“Whatever environment you put your kids in, they tend to absorb it,” he said.

For the most part, public schools are very secular, due to a combination of past Supreme Court rulings and other historic trends. In that context, young people can lose sight of the value of religion, even if they’re hearing positive things about faith at church and at home, Stone said.

“Secularization mostly occurs during school years, particularly the secondary school years,” he said.

To be clear, expanding access to religious education is not a cure-all for declines in church membership, attendance and engagement. School is just one of the many environments that shape who children become, Stone said.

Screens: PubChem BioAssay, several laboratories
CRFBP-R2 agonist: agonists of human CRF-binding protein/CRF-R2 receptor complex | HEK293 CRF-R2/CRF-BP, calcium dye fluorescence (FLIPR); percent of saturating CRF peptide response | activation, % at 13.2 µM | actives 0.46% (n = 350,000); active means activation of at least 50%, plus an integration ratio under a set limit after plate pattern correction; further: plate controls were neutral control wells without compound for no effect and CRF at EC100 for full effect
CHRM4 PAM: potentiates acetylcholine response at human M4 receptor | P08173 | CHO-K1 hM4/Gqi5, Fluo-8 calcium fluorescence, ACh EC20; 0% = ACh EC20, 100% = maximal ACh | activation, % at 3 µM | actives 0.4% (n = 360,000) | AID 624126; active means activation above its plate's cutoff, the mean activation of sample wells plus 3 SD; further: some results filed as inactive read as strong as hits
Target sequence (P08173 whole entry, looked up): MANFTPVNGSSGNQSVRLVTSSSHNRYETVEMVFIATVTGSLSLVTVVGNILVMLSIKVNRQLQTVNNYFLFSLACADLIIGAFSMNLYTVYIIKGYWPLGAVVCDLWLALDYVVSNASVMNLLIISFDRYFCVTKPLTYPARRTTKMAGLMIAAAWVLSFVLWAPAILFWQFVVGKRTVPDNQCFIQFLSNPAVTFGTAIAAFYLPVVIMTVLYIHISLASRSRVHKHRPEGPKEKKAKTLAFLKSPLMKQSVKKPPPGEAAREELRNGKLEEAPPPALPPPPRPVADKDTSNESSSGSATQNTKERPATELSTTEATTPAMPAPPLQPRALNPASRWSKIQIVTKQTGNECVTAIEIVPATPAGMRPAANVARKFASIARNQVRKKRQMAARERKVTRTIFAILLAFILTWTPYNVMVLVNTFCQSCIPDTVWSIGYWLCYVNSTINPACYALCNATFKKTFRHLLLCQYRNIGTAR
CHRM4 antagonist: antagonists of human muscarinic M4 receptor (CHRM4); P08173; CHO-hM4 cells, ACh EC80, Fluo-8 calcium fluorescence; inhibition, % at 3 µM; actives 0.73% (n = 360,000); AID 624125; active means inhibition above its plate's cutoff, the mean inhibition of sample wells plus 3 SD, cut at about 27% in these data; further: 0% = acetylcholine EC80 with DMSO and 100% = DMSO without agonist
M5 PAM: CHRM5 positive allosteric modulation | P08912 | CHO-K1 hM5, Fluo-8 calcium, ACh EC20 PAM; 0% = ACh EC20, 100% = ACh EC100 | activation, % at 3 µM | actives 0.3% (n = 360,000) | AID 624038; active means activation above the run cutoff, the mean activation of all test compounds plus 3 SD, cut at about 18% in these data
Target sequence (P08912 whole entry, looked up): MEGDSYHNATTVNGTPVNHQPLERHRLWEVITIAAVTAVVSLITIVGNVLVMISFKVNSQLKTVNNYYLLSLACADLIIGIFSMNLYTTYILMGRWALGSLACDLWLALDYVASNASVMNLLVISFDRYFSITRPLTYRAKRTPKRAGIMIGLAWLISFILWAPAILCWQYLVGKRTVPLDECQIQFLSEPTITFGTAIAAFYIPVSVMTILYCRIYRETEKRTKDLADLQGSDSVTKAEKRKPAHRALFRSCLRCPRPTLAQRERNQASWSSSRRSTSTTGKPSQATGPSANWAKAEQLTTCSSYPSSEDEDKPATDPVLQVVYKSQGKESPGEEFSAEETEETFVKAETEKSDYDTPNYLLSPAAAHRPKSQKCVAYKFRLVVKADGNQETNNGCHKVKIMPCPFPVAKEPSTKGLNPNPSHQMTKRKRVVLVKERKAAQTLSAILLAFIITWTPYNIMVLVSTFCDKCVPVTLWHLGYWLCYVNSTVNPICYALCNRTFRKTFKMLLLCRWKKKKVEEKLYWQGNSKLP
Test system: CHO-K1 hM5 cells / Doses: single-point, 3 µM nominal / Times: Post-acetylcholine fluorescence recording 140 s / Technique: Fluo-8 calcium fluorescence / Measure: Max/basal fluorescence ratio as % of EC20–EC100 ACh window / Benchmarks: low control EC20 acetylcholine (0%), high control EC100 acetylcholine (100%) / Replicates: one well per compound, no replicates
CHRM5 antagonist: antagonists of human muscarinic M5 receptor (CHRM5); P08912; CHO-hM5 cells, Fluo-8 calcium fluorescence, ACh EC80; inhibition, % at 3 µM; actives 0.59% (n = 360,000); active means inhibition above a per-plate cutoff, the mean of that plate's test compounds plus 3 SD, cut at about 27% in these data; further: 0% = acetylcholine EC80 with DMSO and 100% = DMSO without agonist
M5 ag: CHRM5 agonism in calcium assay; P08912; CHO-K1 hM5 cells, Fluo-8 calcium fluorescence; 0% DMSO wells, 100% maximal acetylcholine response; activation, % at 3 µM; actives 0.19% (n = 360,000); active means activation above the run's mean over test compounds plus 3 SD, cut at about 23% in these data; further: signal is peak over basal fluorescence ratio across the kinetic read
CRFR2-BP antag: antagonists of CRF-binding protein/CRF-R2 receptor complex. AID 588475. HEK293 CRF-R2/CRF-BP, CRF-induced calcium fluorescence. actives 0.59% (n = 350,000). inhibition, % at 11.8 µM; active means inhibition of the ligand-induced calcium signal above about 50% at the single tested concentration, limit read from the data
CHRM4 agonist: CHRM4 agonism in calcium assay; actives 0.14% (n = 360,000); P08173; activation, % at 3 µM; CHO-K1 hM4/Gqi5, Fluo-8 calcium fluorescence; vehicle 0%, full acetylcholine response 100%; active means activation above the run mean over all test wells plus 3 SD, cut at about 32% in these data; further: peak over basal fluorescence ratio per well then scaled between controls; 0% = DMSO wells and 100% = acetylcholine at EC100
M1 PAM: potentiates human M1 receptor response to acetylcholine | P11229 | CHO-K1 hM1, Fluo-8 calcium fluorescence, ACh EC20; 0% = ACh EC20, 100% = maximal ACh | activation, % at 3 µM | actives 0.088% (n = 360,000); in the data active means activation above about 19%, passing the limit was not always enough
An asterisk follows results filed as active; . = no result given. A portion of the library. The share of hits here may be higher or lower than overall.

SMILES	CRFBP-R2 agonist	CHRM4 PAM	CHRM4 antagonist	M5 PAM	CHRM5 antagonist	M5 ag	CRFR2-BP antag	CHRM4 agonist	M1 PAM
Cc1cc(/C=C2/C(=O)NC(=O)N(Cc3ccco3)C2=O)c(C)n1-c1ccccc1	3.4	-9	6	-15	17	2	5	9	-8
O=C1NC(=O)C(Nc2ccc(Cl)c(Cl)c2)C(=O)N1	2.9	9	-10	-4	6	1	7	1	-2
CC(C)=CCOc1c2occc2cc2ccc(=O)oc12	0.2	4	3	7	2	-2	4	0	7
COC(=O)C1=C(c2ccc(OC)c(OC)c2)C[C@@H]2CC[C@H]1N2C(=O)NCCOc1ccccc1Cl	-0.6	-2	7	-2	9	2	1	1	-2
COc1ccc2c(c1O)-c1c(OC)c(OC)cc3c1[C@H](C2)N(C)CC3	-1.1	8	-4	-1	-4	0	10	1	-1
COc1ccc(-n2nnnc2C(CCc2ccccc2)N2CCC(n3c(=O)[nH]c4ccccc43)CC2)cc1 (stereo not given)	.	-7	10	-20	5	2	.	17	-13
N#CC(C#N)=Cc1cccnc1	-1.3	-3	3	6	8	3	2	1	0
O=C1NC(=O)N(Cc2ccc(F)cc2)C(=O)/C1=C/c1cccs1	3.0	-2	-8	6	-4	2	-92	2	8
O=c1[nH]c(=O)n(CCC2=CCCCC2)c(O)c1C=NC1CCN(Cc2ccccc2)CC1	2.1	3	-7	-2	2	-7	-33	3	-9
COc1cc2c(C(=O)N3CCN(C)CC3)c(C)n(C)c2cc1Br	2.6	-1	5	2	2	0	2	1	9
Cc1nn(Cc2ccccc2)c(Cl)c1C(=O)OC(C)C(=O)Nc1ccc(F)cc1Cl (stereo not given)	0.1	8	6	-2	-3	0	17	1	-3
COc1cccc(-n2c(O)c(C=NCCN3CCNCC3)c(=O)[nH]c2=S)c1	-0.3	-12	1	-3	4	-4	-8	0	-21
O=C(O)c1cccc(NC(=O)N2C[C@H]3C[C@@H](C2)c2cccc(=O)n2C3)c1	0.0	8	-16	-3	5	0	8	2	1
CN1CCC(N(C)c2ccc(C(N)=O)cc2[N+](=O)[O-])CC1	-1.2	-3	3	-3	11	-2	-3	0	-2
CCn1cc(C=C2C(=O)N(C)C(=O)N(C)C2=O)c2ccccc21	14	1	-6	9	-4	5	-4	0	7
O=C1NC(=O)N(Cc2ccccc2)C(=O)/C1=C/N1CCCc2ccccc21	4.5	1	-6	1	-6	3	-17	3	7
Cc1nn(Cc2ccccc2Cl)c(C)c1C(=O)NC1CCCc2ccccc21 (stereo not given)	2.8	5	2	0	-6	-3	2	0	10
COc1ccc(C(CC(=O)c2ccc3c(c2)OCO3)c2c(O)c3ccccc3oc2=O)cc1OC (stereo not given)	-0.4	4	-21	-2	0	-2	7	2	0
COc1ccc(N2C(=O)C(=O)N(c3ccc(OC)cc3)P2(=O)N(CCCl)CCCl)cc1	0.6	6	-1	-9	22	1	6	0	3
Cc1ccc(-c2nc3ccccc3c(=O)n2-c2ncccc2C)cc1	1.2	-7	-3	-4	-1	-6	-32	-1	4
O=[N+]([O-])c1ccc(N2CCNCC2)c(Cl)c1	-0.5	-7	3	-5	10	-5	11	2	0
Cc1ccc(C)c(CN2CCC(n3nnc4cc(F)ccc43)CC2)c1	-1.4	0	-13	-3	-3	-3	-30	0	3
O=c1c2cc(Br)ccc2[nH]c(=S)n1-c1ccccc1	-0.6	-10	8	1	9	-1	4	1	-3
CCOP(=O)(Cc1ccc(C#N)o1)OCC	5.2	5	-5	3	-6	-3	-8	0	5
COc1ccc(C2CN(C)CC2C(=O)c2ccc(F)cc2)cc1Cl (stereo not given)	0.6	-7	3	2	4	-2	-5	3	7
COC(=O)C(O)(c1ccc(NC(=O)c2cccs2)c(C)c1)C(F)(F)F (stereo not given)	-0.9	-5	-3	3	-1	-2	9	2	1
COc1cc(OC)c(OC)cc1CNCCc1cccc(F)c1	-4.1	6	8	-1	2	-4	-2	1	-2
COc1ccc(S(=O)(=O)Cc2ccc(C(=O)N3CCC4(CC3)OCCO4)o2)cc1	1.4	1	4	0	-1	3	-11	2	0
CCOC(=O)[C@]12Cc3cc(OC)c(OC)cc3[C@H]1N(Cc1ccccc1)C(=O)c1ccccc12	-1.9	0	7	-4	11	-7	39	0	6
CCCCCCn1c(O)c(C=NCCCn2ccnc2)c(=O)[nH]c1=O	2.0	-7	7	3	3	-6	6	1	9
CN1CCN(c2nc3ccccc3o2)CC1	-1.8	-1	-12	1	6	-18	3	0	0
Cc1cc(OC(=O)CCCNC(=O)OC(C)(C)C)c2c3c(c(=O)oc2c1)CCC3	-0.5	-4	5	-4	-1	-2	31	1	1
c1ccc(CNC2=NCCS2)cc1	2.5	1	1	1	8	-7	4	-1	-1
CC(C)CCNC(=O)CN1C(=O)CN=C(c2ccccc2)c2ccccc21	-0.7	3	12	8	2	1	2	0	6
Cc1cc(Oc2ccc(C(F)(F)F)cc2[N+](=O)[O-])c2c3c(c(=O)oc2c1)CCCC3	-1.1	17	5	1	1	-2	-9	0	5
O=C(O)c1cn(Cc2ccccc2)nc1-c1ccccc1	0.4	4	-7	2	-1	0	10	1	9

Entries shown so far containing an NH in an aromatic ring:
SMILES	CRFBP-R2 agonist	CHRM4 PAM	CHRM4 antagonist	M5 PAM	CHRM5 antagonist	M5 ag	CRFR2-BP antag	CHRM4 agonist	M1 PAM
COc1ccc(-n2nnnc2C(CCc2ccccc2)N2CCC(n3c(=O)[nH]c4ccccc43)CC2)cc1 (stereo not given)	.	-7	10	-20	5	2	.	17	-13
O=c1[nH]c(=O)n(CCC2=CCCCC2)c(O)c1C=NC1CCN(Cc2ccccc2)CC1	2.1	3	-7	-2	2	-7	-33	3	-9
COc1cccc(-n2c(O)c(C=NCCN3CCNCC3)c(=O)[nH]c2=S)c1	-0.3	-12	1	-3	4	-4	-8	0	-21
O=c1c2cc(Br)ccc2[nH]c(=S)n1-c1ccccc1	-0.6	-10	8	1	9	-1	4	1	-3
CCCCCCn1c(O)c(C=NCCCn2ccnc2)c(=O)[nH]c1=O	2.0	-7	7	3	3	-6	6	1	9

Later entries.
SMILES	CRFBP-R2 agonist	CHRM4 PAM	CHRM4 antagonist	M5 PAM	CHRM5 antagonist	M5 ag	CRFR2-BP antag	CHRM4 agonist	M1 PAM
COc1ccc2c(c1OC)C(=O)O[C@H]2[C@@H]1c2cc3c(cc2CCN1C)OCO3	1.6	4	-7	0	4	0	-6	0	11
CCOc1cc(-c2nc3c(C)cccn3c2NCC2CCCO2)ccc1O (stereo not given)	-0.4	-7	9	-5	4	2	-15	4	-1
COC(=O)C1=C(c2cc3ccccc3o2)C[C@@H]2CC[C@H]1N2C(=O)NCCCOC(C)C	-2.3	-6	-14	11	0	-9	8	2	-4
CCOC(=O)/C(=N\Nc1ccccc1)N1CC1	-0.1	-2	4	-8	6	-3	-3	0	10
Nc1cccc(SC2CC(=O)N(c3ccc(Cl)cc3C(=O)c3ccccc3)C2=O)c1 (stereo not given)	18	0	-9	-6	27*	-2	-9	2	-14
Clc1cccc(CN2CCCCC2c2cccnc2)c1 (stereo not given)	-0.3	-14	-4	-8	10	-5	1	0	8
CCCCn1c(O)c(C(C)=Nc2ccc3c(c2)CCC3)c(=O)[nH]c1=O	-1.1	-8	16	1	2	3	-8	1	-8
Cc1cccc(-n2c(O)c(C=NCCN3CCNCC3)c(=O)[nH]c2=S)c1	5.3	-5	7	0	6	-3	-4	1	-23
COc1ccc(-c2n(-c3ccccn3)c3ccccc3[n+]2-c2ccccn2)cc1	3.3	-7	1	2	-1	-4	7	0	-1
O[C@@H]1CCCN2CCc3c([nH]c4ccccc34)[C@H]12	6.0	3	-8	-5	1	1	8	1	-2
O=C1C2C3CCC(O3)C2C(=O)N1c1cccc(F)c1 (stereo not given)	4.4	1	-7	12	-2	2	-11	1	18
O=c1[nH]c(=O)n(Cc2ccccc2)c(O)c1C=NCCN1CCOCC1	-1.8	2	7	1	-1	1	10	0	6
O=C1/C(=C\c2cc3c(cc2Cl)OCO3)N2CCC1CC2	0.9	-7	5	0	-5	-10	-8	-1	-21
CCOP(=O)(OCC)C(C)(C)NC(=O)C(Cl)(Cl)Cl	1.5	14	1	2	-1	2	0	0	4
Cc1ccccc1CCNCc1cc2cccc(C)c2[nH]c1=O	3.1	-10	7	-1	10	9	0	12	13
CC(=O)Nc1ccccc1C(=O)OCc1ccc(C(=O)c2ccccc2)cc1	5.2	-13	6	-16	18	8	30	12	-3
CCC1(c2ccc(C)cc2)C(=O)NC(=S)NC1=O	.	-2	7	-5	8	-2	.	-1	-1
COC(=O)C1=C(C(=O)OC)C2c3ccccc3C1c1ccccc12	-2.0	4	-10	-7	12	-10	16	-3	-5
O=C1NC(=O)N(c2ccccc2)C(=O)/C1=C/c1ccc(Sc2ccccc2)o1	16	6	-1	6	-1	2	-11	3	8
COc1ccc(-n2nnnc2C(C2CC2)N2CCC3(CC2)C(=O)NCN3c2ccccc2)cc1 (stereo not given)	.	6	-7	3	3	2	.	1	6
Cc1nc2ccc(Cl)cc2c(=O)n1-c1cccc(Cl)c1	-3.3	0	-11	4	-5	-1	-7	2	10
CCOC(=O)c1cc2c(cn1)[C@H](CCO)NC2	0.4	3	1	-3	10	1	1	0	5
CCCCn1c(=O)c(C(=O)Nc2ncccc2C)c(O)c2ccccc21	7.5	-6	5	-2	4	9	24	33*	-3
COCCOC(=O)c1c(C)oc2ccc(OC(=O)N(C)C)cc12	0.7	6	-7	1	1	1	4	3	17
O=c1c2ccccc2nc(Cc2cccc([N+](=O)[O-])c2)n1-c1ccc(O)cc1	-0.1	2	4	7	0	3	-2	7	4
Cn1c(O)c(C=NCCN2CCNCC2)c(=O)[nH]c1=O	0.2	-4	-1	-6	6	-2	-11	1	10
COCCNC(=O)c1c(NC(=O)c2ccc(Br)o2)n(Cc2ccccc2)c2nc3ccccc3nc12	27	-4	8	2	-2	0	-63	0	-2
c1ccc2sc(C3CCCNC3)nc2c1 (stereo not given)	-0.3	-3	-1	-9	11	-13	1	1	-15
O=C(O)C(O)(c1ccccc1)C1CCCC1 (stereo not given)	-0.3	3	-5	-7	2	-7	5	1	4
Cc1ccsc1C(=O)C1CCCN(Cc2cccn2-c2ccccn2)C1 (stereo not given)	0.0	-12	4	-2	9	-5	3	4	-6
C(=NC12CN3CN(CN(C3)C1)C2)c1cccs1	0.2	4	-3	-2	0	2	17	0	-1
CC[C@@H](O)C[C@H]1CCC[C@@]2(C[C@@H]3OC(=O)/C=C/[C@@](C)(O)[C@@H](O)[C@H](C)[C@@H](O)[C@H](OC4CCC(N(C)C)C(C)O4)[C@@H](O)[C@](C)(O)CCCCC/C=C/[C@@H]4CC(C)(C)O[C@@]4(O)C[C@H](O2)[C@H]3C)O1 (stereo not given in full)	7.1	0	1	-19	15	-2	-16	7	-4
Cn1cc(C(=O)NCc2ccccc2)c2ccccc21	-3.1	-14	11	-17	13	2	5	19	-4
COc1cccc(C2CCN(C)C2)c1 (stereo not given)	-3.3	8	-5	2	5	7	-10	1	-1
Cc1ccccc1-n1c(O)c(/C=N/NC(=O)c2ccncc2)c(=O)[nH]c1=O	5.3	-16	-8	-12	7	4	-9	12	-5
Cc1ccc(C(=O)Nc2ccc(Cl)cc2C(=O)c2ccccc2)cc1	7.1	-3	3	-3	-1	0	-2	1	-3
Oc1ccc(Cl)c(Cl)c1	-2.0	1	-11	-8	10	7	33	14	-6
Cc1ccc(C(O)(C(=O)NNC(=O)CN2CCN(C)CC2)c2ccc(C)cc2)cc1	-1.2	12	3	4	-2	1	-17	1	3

But expected changes to voucher and scholarship programs are still a step in the right direction, he added. The Supreme Court’s ruling will enable more families to sidestep the secular world of public education.

“We have to empower people to live in, create and sustain the kind of culture they want for themselves,” Stone said.

We also need to take steps to ensure that religious schools remain available to interested families, Sister McDonald said, adding that the country, as a whole, will suffer if faith-based organizations fail to survive.

Students at religious schools “receive a moral foundation,” she said. “That’s a huge contribution” to society at large.